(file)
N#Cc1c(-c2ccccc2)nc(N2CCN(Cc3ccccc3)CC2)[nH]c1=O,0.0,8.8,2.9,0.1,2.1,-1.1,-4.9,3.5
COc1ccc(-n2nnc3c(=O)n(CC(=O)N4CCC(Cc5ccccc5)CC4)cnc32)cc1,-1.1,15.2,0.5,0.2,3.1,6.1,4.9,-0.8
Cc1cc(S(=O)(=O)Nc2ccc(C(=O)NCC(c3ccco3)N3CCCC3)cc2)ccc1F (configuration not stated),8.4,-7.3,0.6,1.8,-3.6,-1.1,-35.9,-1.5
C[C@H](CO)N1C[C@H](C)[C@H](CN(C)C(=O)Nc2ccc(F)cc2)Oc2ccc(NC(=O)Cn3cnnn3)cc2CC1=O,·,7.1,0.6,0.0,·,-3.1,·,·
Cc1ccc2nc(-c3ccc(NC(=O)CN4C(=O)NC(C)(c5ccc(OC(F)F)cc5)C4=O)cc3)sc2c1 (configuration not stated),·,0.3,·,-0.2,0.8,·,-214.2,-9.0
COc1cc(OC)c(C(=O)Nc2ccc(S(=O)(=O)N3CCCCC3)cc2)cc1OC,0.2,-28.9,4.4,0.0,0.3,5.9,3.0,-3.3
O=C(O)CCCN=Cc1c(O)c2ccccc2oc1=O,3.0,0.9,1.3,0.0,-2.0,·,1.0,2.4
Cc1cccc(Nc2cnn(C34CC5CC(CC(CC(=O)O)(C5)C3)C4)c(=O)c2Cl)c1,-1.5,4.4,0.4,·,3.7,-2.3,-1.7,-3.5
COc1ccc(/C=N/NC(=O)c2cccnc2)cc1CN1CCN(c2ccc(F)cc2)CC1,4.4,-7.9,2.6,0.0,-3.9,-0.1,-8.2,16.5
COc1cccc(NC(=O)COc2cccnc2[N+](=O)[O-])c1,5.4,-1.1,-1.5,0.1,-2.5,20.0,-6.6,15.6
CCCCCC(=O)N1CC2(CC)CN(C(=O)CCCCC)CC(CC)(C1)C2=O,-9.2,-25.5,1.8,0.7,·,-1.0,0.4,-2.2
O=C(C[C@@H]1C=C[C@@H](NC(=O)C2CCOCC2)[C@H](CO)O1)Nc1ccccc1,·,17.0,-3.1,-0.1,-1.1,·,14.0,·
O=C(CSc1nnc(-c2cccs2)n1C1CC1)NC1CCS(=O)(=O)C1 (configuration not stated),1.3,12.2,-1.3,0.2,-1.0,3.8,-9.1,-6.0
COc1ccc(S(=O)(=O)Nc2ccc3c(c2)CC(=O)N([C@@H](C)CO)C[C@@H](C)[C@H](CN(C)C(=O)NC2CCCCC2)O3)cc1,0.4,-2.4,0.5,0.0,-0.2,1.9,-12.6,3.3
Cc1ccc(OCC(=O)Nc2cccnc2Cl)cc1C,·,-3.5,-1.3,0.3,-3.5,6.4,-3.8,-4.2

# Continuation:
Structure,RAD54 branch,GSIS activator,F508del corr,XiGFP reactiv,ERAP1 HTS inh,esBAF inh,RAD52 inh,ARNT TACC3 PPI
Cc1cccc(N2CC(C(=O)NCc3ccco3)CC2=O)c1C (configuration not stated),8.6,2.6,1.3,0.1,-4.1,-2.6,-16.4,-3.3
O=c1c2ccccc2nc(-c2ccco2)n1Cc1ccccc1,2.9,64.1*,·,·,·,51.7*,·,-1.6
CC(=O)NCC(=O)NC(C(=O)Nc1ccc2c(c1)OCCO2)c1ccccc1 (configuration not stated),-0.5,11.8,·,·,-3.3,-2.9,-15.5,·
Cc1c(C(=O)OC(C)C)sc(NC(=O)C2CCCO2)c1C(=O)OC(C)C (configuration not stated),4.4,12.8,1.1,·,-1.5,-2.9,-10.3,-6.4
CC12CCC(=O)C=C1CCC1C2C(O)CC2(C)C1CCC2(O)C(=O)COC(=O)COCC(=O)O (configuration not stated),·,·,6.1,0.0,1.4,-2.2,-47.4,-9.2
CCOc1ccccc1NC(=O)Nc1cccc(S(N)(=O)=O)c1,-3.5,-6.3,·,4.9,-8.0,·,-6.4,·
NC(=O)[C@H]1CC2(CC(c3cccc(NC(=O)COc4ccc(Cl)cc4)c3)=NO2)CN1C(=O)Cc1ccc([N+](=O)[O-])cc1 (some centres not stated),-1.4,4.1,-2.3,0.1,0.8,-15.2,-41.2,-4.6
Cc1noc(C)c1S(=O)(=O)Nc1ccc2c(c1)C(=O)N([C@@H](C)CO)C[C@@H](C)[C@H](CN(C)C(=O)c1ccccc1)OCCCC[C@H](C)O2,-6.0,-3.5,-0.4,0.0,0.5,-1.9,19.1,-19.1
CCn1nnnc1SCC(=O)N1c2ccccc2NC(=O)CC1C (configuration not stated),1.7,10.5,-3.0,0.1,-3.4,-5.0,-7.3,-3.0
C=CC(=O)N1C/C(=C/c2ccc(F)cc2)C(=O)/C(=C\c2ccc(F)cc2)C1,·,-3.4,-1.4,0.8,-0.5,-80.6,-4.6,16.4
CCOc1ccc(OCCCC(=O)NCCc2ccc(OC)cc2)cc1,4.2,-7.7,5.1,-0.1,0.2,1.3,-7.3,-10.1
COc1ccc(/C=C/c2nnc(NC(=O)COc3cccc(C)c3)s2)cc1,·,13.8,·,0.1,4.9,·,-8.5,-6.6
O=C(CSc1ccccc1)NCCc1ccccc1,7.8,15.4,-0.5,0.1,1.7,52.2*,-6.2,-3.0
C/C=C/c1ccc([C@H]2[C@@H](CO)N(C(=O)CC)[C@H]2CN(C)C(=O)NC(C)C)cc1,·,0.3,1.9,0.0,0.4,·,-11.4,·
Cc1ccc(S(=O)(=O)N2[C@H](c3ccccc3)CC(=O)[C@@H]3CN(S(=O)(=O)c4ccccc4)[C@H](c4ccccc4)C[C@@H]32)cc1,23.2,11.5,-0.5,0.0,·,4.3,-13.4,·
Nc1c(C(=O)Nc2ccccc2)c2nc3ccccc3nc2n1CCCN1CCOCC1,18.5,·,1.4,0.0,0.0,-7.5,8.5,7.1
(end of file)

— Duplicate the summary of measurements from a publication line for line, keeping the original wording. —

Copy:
N#Cc1c(-c2ccccc2)nc(N2CCN(Cc3ccccc3)CC2)[nH]c1=O,0.0,8.8,2.9,0.1,2.1,-1.1,-4.9,3.5
COc1ccc(-n2nnc3c(=O)n(CC(=O)N4CCC(Cc5ccccc5)CC4)cnc32)cc1,-1.1,15.2,0.5,0.2,3.1,6.1,4.9,-0.8
Cc1cc(S(=O)(=O)Nc2ccc(C(=O)NCC(c3ccco3)N3CCCC3)cc2)ccc1F (configuration not stated),8.4,-7.3,0.6,1.8,-3.6,-1.1,-35.9,-1.5
C[C@H](CO)N1C[C@H](C)[C@H](CN(C)C(=O)Nc2ccc(F)cc2)Oc2ccc(NC(=O)Cn3cnnn3)cc2CC1=O,·,7.1,0.6,0.0,·,-3.1,·,·
Cc1ccc2nc(-c3ccc(NC(=O)CN4C(=O)NC(C)(c5ccc(OC(F)F)cc5)C4=O)cc3)sc2c1 (configuration not stated),·,0.3,·,-0.2,0.8,·,-214.2,-9.0
COc1cc(OC)c(C(=O)Nc2ccc(S(=O)(=O)N3CCCCC3)cc2)cc1OC,0.2,-28.9,4.4,0.0,0.3,5.9,3.0,-3.3
O=C(O)CCCN=Cc1c(O)c2ccccc2oc1=O,3.0,0.9,1.3,0.0,-2.0,·,1.0,2.4
Cc1cccc(Nc2cnn(C34CC5CC(CC(CC(=O)O)(C5)C3)C4)c(=O)c2Cl)c1,-1.5,4.4,0.4,·,3.7,-2.3,-1.7,-3.5
COc1ccc(/C=N/NC(=O)c2cccnc2)cc1CN1CCN(c2ccc(F)cc2)CC1,4.4,-7.9,2.6,0.0,-3.9,-0.1,-8.2,16.5
COc1cccc(NC(=O)COc2cccnc2[N+](=O)[O-])c1,5.4,-1.1,-1.5,0.1,-2.5,20.0,-6.6,15.6
CCCCCC(=O)N1CC2(CC)CN(C(=O)CCCCC)CC(CC)(C1)C2=O,-9.2,-25.5,1.8,0.7,·,-1.0,0.4,-2.2
O=C(C[C@@H]1C=C[C@@H](NC(=O)C2CCOCC2)[C@H](CO)O1)Nc1ccccc1,·,17.0,-3.1,-0.1,-1.1,·,14.0,·
O=C(CSc1nnc(-c2cccs2)n1C1CC1)NC1CCS(=O)(=O)C1 (configuration not stated),1.3,12.2,-1.3,0.2,-1.0,3.8,-9.1,-6.0
COc1ccc(S(=O)(=O)Nc2ccc3c(c2)CC(=O)N([C@@H](C)CO)C[C@@H](C)[C@H](CN(C)C(=O)NC2CCCCC2)O3)cc1,0.4,-2.4,0.5,0.0,-0.2,1.9,-12.6,3.3
Cc1ccc(OCC(=O)Nc2cccnc2Cl)cc1C,·,-3.5,-1.3,0.3,-3.5,6.4,-3.8,-4.2

# Continuation:
Structure,RAD54 branch,GSIS activator,F508del corr,XiGFP reactiv,ERAP1 HTS inh,esBAF inh,RAD52 inh,ARNT TACC3 PPI
Cc1cccc(N2CC(C(=O)NCc3ccco3)CC2=O)c1C (configuration not stated),8.6,2.6,1.3,0.1,-4.1,-2.6,-16.4,-3.3
O=c1c2ccccc2nc(-c2ccco2)n1Cc1ccccc1,2.9,64.1*,·,·,·,51.7*,·,-1.6
CC(=O)NCC(=O)NC(C(=O)Nc1ccc2c(c1)OCCO2)c1ccccc1 (configuration not stated),-0.5,11.8,·,·,-3.3,-2.9,-15.5,·
Cc1c(C(=O)OC(C)C)sc(NC(=O)C2CCCO2)c1C(=O)OC(C)C (configuration not stated),4.4,12.8,1.1,·,-1.5,-2.9,-10.3,-6.4
CC12CCC(=O)C=C1CCC1C2C(O)CC2(C)C1CCC2(O)C(=O)COC(=O)COCC(=O)O (configuration not stated),·,·,6.1,0.0,1.4,-2.2,-47.4,-9.2
CCOc1ccccc1NC(=O)Nc1cccc(S(N)(=O)=O)c1,-3.5,-6.3,·,4.9,-8.0,·,-6.4,·
NC(=O)[C@H]1CC2(CC(c3cccc(NC(=O)COc4ccc(Cl)cc4)c3)=NO2)CN1C(=O)Cc1ccc([N+](=O)[O-])cc1 (some centres not stated),-1.4,4.1,-2.3,0.1,0.8,-15.2,-41.2,-4.6
Cc1noc(C)c1S(=O)(=O)Nc1ccc2c(c1)C(=O)N([C@@H](C)CO)C[C@@H](C)[C@H](CN(C)C(=O)c1ccccc1)OCCCC[C@H](C)O2,-6.0,-3.5,-0.4,0.0,0.5,-1.9,19.1,-19.1
CCn1nnnc1SCC(=O)N1c2ccccc2NC(=O)CC1C (configuration not stated),1.7,10.5,-3.0,0.1,-3.4,-5.0,-7.3,-3.0
C=CC(=O)N1C/C(=C/c2ccc(F)cc2)C(=O)/C(=C\c2ccc(F)cc2)C1,·,-3.4,-1.4,0.8,-0.5,-80.6,-4.6,16.4
CCOc1ccc(OCCCC(=O)NCCc2ccc(OC)cc2)cc1,4.2,-7.7,5.1,-0.1,0.2,1.3,-7.3,-10.1
COc1ccc(/C=C/c2nnc(NC(=O)COc3cccc(C)c3)s2)cc1,·,13.8,·,0.1,4.9,·,-8.5,-6.6
O=C(CSc1ccccc1)NCCc1ccccc1,7.8,15.4,-0.5,0.1,1.7,52.2*,-6.2,-3.0
C/C=C/c1ccc([C@H]2[C@@H](CO)N(C(=O)CC)[C@H]2CN(C)C(=O)NC(C)C)cc1,·,0.3,1.9,0.0,0.4,·,-11.4,·
Cc1ccc(S(=O)(=O)N2[C@H](c3ccccc3)CC(=O)[C@@H]3CN(S(=O)(=O)c4ccccc4)[C@H](c4ccccc4)C[C@@H]32)cc1,23.2,11.5,-0.5,0.0,·,4.3,-13.4,·
Nc1c(C(=O)Nc2ccccc2)c2nc3ccccc3nc2n1CCCN1CCOCC1,18.5,·,1.4,0.0,0.0,-7.5,8.5,7.1